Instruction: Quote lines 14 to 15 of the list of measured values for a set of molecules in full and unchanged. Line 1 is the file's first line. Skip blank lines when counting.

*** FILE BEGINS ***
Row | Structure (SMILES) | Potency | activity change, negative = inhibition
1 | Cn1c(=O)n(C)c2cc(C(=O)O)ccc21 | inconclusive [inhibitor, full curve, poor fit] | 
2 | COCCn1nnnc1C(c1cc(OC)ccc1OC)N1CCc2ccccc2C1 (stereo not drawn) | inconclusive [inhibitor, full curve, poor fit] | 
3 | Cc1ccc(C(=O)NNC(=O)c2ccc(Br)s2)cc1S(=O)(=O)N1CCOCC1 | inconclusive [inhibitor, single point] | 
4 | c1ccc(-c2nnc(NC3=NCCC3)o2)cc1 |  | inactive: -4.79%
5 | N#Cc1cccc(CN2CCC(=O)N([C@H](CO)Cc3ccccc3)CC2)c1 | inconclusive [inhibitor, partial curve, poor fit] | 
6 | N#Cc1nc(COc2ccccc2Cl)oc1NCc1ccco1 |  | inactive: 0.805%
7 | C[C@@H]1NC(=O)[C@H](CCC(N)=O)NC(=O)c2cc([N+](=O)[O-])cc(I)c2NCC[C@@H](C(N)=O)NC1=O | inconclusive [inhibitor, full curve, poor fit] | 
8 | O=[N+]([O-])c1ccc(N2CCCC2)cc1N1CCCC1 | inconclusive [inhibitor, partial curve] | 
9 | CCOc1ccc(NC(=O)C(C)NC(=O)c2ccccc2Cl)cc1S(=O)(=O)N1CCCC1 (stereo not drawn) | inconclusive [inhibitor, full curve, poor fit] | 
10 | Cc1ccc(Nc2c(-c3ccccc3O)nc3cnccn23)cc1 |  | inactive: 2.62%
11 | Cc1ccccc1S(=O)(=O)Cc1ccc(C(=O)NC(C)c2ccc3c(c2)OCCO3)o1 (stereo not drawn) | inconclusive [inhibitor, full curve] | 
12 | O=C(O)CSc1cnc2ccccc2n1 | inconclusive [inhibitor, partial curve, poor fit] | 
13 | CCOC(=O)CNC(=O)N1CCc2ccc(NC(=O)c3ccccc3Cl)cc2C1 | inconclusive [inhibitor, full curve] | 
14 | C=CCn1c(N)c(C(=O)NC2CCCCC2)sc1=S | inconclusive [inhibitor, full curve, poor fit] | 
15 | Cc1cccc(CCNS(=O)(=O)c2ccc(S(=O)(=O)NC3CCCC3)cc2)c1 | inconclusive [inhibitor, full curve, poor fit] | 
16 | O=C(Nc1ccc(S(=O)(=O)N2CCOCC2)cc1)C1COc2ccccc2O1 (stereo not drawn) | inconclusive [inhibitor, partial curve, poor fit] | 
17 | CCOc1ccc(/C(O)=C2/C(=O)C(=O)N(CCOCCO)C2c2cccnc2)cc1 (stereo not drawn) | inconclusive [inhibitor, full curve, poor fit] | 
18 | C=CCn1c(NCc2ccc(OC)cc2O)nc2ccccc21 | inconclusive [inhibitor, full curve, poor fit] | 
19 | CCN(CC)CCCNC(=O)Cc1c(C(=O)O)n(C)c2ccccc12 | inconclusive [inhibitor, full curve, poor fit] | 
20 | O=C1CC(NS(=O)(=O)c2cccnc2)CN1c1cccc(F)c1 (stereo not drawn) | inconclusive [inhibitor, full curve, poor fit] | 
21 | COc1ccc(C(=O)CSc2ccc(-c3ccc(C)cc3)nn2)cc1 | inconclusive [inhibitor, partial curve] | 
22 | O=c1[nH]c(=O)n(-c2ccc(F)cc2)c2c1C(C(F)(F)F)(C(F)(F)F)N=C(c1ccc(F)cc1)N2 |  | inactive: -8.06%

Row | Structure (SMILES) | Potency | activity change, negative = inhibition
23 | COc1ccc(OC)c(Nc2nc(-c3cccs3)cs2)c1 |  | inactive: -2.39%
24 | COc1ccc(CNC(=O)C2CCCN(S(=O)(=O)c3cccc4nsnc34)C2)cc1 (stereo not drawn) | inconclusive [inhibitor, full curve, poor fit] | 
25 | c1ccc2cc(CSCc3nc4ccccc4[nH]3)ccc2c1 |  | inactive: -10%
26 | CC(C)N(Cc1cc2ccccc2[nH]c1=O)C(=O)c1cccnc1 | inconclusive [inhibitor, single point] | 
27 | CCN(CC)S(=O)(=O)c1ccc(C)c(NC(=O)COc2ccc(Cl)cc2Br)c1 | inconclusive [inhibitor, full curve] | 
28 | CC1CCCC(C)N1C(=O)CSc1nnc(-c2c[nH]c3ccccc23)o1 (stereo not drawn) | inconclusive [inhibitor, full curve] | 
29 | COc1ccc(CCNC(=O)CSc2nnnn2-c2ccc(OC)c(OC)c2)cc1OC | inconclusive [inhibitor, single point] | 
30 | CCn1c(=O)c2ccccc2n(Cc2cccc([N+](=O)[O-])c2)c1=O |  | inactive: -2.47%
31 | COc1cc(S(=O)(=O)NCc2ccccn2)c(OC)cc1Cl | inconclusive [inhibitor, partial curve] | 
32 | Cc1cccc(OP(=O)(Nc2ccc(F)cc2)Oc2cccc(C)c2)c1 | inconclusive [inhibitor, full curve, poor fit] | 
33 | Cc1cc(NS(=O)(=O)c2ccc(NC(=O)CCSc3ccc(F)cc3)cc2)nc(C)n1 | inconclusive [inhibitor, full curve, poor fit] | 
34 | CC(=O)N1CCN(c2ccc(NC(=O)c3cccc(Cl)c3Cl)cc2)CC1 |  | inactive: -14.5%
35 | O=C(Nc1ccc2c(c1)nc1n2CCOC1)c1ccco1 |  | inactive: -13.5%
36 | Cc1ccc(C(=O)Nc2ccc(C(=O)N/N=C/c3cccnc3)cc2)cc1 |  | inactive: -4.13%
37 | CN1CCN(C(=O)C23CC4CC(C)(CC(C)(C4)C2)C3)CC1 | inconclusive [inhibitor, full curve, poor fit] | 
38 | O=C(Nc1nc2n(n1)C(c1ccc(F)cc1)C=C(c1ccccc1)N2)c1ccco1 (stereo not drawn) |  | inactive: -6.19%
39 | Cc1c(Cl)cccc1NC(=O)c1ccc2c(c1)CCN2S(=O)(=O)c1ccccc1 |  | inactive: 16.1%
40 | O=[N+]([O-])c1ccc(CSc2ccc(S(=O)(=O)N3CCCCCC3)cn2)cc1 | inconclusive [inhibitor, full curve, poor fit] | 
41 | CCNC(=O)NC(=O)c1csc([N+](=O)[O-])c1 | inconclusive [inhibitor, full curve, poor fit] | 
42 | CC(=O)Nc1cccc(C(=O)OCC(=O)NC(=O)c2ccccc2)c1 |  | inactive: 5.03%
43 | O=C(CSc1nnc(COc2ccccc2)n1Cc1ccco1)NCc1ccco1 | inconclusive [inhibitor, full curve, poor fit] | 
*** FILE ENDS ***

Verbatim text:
13 | CCOC(=O)CNC(=O)N1CCc2ccc(NC(=O)c3ccccc3Cl)cc2C1 | inconclusive [inhibitor, full curve] | 
14 | C=CCn1c(N)c(C(=O)NC2CCCCC2)sc1=S | inconclusive [inhibitor, full curve, poor fit] | 